Conditionally perform a command on several Directories/Folders.

      FOR /D [/r] %%parameter IN (folder_set) DO command

   folder_set  :  A set of one or more folders enclosed in parentheses (folder1,folder2).
                  Wildcards must be used.

   command     :  The command to carry out, including any parameters.
                  This can be a single command, or if you enclose it
                  in (brackets), several commands, one per line.

   %%parameter :  A replaceable parameter:
                  in a batch file use %%G (on the command line %G)

   /r          :  Recurse into subfolders (see notes below)

In all cases for /d will start searching from the current directory.

FOR parameters (%%A – %%Z)

Read the main FOR introduction page for a full description of assigning the replaceable %%parameter.
FOR parameters are used in all variations of the FOR command, it is a good idea to get up to speed with writing a basic FOR command before trying the more complex FOR / D variant.

Unlike other variants of the FOR command, with FOR /D you must include a wildcard (either * or ?) in the 'folder_set' to get consistent results returned. In many cases you can work around this by adding a single character wildcard e.g. if you are looping through multiple folders to find the exact folder January you could instead specify Janu?ry

If any path in the the folder_set includes spaces, then surround the path with double quotes.
If specifying a full path to any of the folders, the path separators must use a backslash, not a forward slash."C:\Work"

The option /d /r is undocumented, but can be a useful combination, while it will recurse through all subfolders the wildcard will only match against Folder/Directory names (not filenames).


An alternative command to list folders and sub folders matching a wildcard is DIR:
C:\> dir /b /s /a:d "C:\Work\reports*"

To loop through each folder programatically, we can wrap that in a FOR /F command:
C:\> for /f "tokens=*" %G in ('dir /b /s /a:d "C:\Work\reports*"') do echo Found %G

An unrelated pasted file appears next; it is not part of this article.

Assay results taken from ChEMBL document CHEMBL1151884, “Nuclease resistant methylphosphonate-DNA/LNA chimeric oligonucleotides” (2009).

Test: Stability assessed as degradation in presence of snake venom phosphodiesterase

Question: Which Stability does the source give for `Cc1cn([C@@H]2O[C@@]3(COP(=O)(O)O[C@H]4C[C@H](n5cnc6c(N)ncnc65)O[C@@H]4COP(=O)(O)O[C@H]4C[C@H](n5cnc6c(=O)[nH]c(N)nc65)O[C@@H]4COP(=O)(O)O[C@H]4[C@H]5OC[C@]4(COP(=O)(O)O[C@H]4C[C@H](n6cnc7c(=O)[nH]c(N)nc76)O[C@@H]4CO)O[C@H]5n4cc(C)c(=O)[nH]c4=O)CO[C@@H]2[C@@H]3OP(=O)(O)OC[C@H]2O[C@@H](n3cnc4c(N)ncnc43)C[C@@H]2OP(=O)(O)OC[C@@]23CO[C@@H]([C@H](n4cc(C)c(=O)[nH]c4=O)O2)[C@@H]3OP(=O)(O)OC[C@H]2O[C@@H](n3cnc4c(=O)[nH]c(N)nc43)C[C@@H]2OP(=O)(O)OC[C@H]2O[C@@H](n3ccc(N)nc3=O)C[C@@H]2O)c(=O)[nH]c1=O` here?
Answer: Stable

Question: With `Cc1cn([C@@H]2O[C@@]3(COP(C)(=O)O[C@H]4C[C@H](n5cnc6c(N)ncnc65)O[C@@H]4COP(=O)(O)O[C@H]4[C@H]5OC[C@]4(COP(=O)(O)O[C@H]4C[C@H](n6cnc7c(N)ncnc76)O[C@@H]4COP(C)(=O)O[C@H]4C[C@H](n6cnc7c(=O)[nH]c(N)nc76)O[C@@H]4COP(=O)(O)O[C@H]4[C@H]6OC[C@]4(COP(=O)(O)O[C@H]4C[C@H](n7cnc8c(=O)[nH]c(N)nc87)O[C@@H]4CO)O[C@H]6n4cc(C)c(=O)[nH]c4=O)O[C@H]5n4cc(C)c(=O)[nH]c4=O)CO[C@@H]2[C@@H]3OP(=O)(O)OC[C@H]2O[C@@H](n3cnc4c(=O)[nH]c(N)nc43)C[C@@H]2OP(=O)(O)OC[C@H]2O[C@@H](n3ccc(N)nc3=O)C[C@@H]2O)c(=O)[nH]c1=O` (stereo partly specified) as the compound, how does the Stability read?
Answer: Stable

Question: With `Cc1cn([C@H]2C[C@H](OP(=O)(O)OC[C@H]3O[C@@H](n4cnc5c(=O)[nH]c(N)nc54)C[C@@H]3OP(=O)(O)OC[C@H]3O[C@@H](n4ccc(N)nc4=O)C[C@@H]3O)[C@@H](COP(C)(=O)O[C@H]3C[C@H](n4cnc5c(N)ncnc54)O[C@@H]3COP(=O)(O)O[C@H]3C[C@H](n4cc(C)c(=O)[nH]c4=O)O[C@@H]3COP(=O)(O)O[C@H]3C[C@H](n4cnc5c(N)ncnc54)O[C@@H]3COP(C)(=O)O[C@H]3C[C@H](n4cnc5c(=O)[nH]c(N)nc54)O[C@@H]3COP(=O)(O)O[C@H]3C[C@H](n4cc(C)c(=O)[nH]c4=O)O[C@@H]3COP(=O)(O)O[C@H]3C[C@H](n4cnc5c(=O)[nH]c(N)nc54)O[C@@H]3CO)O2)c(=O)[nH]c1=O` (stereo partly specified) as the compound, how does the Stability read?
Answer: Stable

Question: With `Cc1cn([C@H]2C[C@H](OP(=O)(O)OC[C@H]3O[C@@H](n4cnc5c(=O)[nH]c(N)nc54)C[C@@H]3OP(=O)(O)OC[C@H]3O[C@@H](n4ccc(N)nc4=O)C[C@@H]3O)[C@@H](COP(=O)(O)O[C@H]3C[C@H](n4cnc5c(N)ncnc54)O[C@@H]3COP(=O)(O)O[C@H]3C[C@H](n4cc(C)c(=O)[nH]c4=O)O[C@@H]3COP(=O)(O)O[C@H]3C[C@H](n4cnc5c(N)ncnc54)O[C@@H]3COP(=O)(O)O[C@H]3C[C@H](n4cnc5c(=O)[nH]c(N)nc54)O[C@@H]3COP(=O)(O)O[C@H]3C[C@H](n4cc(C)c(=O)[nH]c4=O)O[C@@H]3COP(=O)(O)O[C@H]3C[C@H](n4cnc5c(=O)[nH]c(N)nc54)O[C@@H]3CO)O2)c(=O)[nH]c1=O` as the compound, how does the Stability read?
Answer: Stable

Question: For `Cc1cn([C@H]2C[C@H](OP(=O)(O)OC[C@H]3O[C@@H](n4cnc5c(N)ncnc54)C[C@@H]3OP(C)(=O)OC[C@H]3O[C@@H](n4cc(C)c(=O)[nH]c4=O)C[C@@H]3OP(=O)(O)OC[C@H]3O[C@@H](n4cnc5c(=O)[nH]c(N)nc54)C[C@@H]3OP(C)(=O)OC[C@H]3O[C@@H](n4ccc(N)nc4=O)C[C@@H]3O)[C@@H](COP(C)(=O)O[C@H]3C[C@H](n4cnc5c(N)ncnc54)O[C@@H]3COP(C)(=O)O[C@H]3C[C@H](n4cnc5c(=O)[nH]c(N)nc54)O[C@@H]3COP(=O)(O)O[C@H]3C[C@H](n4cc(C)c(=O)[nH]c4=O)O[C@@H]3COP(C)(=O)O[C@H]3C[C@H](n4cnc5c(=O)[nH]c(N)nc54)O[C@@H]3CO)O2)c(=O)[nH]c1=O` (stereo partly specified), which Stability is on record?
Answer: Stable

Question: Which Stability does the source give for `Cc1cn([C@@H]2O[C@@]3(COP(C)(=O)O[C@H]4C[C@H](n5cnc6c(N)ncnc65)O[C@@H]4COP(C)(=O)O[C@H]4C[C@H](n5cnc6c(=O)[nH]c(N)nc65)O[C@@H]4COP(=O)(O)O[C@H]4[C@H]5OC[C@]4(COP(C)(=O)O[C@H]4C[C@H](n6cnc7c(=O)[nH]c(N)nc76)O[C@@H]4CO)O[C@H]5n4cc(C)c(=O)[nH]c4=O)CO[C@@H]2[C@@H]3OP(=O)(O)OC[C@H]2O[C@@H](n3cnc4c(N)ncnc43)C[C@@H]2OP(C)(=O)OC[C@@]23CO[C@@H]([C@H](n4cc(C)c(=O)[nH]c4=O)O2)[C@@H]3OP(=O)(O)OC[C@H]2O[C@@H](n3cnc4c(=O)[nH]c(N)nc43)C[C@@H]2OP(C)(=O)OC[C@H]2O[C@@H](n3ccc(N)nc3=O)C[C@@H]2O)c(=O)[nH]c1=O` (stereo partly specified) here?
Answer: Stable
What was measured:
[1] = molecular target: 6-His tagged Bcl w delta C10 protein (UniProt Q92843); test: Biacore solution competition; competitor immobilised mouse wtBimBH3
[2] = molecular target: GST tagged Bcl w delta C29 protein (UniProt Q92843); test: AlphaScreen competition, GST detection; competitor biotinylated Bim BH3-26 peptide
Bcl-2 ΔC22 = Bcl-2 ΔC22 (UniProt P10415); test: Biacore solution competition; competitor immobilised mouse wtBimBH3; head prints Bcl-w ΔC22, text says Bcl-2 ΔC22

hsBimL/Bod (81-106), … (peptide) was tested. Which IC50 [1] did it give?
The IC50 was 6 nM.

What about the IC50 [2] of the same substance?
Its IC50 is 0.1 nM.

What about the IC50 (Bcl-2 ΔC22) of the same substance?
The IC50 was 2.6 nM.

or the same thing in a batch file, with the %'s doubled:
for /f "tokens=*" %%G in ('dir /b /s /a:d "C:\Work\reports*"') do echo Found %%G

Period/Full Stop

Although Win32 will not recognise any file or directory name that begins or ends with a '.' (period / full stop) it is possible to include a Full Stop in the middle of a directory name and this can cause issues with FOR /D.

Parameter expansion will treat a Full Stop as a file extension, so for a directory name like "Sample 2.6.4" the output of %%~nG will be truncated to "Sample 2.6" to return the whole folder name use %%G or %%~nxG

FOR does not, by itself, set or clear the Errorlevel.
FOR is an internal command.


List every subfolder, below the folder C:\Work\ that has a name starting with "User":

@Echo Off
CD \Work
FOR /D /r %%G in ("User*") DO Echo We found %%~nxG

Recurse through all the folders below C:\demo and if any have the name "version 1" rename to "version 2":

@Echo Off
FOR /D /R %%a in (C:\demo) DO if "%~Na" equ "version 1" ren "%%a" "version 2"
(adapted from this forum answer by foxidrive)

"I knew of one little DO loop that ran for 48 hours, cost $14,000 and did nothing" ~ Balfour and Marwick

Related commands

FOR - Loop commands.
FOR - Loop through a set of files in one folder.
FOR /R - Loop through files (recurse subfolders).
FOR /L - Loop through a range of numbers.
FOR /F - Loop through items in a text file.
FOR /F - Loop through the output of a command.
FORFILES - Batch process multiple files.
GOTO - Direct a batch program to jump to a labelled line.
IF - Conditionally perform a command.
Equivalent PowerShell: ForEach-Object - Loop for each object in the pipeline.
Equivalent bash command (Linux): for - Expand words, and execute commands

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